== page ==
Worldwide emphasis has been placed on designing approaches with regard to the needs of sustainable development. Climate-Smart Agriculture (CSA) is one key agricultural development approach aimed at sustainably increasing productivity and resilience, while also reducing/removing emissions of greenhouse gases. Although many countries will be expected to adopt this approach, its applicability in an African context is not very clear, well studied nor has its sustainability been assessed. We used the Sustainability Assessment of Energy Technologies Framework to assess the applicability of CSA in combating climate change, desertification and improving rural livelihood in an African context. We also assessed the opportunities and constraints to the adoption of this approach in Northern Nigeria. Data was collected using key informant interviews and field observation to assess the current status of agriculture in Northern Nigeria. The results showed that CSA is strong in aspects such as participation and sustainable use of resources but weak in aspects of compensation and equal distribution of benefits and costs. Many small-holder farmers have inadvertently practiced CSA as part of the traditional farming system. While the existence of CSA in current practice is a major element in its favour, the lack of a coherent climate mitigation approach and poor institutional structures are both detrimental. Sustainable agriculture will require a wider societal change towards appreciating the balance between agriculture and environmental change. We suggest four main areas in need of urgent change: political commitment, human and financial investment, incentives and information.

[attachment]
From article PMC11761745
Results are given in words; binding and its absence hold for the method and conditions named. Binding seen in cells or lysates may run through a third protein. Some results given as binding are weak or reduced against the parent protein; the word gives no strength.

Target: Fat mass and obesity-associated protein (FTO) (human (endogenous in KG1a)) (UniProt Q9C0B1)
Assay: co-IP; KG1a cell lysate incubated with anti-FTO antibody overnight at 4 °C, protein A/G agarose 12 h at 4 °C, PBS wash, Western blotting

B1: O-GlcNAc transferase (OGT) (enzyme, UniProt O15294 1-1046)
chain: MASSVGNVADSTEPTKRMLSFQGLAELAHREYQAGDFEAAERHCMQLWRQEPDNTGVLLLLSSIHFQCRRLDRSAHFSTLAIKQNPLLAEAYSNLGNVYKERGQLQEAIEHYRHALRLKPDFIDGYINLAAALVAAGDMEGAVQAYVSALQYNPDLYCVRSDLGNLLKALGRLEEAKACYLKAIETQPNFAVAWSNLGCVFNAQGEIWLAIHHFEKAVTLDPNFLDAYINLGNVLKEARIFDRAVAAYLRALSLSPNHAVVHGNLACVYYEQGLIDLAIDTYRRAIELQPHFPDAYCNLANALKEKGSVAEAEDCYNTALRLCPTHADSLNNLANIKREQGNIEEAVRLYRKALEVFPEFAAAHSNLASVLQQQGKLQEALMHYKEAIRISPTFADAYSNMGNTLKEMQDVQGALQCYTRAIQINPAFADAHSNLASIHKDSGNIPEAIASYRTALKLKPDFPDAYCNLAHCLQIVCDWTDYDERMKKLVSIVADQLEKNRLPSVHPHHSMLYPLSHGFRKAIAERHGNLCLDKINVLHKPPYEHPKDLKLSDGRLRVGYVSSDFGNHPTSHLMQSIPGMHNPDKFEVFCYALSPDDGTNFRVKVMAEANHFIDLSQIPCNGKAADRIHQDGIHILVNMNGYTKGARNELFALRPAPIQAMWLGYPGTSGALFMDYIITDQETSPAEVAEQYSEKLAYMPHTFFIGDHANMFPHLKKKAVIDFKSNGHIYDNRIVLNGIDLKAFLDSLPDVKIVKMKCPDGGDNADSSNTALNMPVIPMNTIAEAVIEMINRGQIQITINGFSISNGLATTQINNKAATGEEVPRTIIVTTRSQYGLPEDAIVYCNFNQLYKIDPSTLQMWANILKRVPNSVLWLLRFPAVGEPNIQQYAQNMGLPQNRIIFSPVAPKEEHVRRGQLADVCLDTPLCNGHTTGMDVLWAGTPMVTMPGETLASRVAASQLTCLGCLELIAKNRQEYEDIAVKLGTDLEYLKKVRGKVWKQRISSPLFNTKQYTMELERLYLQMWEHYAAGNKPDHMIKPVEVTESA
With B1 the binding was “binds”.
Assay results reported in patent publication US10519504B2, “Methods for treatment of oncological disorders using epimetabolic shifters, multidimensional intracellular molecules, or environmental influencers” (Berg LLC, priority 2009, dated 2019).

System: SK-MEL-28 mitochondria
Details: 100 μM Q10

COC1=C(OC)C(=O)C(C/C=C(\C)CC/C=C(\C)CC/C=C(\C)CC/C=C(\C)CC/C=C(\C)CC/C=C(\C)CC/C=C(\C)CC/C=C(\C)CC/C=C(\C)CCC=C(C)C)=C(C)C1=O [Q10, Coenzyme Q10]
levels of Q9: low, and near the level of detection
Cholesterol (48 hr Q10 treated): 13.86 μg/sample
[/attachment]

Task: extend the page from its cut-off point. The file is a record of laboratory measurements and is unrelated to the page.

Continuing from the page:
Key words: Climate-smart agriculture, sustainability assessment of energy technologies, desertification, rural livelihoods, northern Nigeria.
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